Now, all of that said, we can’t deny that there are huge benefits to the Small Business Saturday campaign. We’re well on-record (and the facts back us up) that it’s big box stores and huge corporations who wind up the gears of the consumer media machine and keep America vaped on addictive consumerism. While you’re still buying “stuff” when you shop local, you are at least not feeding the very beasts that chain most of modern society. Plus, realistically, we can’t shut down the business of buying and selling “stuff.” The economy does need to function. People need to earn livings. We will not be transitioning to a barter society any time soon (or possibly ever, unless the benevolent alien overlords are about to descend). When you shop locally, the benefits are numerous. You’re sustaining local economies. In many cases you’re sustaining local craftsmanship and manufacturing. You’re generally not supporting both the environmental waste and unquestionably poor social ethics of big box stores and massive consumer goods organizations. You are, in short, doing a good thing when you shop locally and the more of it you do (when you need to shop) the better. The key is in finding a balance between shopping locally and shopping for the wrong reasons.
The Key is In Awareness of Why and How Much You are Shopping Locally
So where is the line you should consider drawing? As we previously said, we don’t expect you to abandon the system of commerce entirely. That’s frankly not realistic. You absolutely, one-hundred percent should shop locally whenever possible, and buy locally made goods whenever possible. But you should do this knowing and understanding the traps and tricks of addictive consumerism. You should still make mindful choices about what you buy, when and why and how much. Are you shopping to fulfill an emotional need? Are you buying “stuff” with the hopes that it will make you happy or complete you? Are you buying “stuff” to live up to some societal standard of “more, more, more?” If you’re shopping for any of those reasons, then the location and ethics of where you’re shopping won’t ultimately cure what ails you. Evaluate your local shopping habits and your overall shopping habits, separately from where you’re shopping. Then figure out if you need to look inward for some adjustments and growth.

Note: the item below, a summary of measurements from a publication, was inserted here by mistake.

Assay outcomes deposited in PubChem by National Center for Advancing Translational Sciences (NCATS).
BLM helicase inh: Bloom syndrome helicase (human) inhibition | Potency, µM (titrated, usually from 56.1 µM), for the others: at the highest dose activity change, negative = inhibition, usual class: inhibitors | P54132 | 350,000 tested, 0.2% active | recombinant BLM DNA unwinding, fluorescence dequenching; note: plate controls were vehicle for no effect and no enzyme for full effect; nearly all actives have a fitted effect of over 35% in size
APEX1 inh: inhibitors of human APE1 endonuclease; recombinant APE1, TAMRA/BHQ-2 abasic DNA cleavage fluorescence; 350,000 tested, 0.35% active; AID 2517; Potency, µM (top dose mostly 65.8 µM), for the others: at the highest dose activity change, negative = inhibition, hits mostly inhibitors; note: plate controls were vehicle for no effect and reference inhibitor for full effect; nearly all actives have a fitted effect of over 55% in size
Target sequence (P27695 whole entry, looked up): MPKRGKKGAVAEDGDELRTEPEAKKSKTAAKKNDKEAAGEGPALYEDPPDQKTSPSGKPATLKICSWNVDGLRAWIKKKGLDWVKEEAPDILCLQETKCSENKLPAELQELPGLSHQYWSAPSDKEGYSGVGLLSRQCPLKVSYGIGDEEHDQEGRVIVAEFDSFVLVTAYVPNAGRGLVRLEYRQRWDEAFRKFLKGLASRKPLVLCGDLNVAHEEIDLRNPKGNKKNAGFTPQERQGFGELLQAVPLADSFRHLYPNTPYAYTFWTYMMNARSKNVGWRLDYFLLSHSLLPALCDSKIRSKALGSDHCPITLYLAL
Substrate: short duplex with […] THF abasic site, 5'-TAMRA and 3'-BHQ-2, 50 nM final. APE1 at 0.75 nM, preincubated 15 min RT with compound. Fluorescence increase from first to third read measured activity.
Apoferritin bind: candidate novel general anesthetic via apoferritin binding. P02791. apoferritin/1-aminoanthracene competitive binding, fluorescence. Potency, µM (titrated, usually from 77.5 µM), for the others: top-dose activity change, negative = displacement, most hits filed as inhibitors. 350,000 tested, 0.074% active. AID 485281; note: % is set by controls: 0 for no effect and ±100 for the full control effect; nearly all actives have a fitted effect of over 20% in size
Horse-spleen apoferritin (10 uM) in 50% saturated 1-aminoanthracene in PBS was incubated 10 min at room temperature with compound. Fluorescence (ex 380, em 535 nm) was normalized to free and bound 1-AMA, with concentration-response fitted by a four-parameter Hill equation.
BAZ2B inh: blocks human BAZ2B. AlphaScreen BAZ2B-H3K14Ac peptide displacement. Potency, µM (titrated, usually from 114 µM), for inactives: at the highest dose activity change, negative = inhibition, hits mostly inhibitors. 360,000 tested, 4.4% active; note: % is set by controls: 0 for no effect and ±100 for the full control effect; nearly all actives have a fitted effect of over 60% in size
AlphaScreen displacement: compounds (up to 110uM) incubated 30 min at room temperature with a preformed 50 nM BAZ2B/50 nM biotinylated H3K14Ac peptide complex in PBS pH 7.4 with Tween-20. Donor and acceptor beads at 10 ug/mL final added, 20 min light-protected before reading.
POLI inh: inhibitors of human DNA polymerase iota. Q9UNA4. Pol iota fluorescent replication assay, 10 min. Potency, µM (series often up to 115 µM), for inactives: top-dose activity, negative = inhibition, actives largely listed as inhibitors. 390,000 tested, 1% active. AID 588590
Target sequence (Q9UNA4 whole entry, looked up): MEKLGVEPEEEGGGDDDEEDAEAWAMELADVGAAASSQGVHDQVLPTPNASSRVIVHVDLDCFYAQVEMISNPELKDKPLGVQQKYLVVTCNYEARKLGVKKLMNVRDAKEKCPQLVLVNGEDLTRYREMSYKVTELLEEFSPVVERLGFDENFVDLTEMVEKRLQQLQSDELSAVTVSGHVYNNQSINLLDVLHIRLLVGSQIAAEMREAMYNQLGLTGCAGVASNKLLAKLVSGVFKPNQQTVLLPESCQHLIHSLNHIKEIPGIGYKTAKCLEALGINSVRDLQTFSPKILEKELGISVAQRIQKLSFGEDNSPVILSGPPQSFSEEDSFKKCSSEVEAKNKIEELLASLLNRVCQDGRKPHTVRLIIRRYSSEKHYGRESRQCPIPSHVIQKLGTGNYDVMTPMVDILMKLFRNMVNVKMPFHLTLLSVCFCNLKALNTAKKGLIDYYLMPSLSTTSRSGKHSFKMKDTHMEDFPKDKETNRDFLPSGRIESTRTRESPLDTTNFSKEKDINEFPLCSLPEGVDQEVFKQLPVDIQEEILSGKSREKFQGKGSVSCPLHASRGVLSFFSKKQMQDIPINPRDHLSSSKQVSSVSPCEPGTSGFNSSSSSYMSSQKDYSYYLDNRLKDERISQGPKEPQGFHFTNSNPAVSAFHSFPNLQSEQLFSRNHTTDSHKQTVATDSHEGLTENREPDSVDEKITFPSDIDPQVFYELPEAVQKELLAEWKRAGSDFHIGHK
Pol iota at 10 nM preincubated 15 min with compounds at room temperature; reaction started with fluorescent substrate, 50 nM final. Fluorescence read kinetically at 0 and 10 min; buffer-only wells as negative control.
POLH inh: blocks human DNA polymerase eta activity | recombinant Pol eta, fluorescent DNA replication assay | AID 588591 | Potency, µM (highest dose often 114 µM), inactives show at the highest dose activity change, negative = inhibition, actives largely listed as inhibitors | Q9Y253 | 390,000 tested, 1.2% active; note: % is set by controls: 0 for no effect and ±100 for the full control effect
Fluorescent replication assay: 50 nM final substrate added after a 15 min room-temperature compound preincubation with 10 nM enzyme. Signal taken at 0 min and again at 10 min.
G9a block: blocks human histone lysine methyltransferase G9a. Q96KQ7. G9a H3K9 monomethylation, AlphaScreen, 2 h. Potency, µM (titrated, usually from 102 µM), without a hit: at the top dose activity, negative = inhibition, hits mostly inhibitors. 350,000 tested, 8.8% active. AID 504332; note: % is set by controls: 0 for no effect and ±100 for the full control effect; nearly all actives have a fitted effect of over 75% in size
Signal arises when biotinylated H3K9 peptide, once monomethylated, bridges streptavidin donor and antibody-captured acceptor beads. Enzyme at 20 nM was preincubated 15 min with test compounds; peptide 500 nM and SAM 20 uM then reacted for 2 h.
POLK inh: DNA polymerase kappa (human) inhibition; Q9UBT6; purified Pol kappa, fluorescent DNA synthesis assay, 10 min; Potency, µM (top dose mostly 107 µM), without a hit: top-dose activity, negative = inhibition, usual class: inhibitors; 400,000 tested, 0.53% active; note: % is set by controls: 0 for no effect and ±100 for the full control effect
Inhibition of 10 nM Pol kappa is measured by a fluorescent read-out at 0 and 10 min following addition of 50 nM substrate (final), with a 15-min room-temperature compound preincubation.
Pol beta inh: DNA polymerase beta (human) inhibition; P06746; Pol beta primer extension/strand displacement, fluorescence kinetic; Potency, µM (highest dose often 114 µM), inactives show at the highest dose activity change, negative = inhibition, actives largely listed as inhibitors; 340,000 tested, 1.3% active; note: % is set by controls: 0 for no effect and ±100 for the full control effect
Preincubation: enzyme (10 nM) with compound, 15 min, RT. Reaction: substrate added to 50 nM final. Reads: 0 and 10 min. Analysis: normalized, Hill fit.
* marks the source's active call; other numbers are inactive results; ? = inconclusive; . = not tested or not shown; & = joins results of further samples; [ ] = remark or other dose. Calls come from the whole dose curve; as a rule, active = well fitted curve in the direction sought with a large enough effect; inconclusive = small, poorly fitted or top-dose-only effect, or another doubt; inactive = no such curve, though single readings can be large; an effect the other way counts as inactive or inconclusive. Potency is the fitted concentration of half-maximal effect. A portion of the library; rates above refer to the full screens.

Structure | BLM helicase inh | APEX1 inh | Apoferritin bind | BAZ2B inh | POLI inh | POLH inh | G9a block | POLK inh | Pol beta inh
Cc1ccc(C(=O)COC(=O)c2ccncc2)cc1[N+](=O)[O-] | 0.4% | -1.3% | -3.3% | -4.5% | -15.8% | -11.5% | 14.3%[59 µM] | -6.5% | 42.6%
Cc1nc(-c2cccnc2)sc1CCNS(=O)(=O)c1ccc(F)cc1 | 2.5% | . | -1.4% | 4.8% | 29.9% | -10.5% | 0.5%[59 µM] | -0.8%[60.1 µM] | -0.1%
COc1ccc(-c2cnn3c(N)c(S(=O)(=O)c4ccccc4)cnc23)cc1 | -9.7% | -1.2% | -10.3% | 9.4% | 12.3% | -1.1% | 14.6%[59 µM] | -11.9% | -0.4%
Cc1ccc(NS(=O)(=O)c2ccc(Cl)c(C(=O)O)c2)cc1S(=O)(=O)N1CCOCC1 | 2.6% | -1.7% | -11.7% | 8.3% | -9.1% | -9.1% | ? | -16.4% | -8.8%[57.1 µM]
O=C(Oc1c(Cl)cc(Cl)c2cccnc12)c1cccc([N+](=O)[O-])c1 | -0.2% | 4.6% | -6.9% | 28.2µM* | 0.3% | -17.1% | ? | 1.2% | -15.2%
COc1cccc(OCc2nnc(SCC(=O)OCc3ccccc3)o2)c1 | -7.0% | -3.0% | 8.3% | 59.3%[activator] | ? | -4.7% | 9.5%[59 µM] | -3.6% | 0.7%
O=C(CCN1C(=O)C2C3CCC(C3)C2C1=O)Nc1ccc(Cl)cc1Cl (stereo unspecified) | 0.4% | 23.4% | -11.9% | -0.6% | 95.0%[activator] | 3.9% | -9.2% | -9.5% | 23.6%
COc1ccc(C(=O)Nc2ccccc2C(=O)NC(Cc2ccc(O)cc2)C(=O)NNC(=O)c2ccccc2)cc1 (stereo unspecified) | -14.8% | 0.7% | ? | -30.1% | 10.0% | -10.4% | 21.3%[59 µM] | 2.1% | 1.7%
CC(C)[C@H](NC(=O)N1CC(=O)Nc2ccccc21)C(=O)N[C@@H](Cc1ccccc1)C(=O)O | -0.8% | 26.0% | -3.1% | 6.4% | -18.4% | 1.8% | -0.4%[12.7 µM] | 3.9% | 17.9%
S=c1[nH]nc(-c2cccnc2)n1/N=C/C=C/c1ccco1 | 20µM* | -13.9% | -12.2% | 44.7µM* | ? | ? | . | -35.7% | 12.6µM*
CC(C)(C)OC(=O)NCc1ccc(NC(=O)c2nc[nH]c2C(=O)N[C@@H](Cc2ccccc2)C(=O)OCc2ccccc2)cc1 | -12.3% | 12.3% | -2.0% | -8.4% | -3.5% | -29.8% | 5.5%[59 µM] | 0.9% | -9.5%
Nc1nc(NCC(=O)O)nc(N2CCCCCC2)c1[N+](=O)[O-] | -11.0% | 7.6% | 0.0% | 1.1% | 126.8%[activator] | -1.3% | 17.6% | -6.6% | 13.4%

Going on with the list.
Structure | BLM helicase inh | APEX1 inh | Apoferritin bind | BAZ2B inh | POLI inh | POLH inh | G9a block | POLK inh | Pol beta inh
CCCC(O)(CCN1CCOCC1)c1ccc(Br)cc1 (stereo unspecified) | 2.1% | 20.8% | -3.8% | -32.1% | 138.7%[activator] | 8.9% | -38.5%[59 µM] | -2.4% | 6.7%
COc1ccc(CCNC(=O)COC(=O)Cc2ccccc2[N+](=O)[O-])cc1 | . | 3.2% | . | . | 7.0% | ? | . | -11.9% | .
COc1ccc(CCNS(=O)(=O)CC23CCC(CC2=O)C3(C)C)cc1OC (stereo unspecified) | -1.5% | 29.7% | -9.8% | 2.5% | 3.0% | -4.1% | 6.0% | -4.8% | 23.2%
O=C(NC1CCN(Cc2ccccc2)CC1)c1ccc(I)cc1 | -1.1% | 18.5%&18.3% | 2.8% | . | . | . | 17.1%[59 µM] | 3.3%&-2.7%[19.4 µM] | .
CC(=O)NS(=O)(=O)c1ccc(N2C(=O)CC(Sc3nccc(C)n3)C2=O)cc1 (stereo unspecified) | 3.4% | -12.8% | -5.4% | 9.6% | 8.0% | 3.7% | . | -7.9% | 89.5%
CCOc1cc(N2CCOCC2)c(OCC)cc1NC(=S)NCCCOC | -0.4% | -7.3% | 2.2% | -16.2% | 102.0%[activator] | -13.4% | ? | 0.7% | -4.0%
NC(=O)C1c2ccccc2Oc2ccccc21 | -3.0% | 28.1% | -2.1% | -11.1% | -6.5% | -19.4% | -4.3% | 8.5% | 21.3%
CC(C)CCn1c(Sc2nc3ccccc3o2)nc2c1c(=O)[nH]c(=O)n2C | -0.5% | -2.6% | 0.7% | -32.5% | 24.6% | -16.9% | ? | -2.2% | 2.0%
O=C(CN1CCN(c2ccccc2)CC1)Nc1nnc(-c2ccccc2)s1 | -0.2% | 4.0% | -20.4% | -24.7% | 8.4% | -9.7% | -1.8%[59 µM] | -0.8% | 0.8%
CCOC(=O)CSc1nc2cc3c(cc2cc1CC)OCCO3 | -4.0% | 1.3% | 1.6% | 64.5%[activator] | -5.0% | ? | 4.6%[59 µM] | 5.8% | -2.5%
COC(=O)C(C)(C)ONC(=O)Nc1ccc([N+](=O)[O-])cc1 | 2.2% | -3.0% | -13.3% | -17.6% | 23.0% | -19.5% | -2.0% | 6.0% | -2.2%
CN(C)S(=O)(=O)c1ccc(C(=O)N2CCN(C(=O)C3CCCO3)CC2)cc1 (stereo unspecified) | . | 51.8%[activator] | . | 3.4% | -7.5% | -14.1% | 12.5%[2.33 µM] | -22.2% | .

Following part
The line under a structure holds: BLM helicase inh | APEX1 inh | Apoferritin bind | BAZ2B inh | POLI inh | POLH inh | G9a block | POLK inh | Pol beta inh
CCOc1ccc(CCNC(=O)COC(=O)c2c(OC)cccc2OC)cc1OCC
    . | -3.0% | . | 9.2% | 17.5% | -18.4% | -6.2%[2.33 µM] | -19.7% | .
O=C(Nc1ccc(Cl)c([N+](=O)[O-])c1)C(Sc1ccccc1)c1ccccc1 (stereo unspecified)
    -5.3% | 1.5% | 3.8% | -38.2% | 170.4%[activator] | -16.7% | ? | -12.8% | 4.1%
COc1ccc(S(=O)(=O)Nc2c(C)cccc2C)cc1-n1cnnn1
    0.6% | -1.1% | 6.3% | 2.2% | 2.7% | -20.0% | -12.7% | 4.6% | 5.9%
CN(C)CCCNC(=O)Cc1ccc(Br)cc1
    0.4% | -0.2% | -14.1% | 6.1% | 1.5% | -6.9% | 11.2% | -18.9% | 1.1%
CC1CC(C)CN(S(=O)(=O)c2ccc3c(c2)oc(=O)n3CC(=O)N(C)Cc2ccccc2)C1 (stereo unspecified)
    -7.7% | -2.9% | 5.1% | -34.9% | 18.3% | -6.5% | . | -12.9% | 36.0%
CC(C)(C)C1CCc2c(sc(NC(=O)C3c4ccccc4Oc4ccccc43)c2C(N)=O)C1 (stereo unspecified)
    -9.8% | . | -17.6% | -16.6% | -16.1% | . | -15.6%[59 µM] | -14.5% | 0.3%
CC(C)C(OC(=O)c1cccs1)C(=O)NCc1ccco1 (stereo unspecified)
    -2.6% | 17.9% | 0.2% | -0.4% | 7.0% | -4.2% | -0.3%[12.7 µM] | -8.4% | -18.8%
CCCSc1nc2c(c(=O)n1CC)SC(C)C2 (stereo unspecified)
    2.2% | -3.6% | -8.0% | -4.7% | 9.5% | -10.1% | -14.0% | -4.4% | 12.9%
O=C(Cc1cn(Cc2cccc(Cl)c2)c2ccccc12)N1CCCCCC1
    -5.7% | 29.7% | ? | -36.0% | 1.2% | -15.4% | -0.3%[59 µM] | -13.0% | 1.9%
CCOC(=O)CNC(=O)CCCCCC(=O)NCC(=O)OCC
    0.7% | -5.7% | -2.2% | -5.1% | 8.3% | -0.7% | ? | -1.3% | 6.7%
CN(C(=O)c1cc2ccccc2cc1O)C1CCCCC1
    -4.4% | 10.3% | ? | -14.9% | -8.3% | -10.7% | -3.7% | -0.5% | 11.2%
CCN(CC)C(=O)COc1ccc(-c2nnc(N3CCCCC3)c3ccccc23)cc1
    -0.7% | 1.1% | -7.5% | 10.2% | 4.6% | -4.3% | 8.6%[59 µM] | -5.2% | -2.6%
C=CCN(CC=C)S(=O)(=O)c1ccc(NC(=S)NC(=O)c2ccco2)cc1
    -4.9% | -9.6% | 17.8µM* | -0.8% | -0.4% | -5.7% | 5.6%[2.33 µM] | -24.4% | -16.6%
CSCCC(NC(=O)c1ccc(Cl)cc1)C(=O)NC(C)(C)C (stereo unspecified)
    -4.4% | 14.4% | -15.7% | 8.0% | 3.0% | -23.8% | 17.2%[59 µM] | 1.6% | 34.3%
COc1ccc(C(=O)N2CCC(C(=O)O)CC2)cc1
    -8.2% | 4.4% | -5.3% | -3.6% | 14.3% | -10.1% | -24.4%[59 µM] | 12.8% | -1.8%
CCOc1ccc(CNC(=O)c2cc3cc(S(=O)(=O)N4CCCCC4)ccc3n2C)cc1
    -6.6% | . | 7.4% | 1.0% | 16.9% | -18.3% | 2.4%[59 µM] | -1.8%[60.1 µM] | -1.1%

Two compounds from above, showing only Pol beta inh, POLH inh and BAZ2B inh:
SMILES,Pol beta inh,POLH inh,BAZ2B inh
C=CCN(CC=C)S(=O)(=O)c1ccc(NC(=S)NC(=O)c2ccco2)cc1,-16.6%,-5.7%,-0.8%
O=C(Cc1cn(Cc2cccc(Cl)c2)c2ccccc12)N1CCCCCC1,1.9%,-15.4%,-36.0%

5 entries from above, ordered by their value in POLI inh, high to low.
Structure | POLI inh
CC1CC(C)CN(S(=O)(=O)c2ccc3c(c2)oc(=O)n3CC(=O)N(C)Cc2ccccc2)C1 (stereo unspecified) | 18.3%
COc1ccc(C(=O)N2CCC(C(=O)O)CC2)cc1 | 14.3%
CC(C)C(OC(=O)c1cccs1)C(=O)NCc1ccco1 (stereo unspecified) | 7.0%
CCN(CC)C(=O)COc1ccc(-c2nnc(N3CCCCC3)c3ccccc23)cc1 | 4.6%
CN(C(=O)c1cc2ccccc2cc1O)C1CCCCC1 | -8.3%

The Verdict: We Think (Right Now) the Good Outweighs the Bad
We may not have this opinion in years to come, but right now we truly believe that the value of the size and scope of the Small Business Saturday campaign outweighs the fact that it’s being sponsored by a credit card company. The only way to impact large-scale change is with large-scale reach and influence. American Express has done more to raise both awareness of and activity surrounding shopping local and small than any other source that we can think of. Is it still part of a broken mentality and rigged system? Absolutely. But it’s an essential step in the shift away from damaging big box shopping to a more sustainable and healthy approach. Sometimes, the lesser of two evils really is lesser, and we believe that is the case here. Should you shop Small Business Saturday just because it’s Small Business Saturday? No. But if you’re going to shop anyway, skip the Black Friday and Cyber Monday industrialized shopping system and support local merchants instead!
Did we miss a way in which Small Business Saturday is both a good thing and a bad thing? If so, tell us about it on the social media channels below.
Photo Credit: Mike Licht via Flickr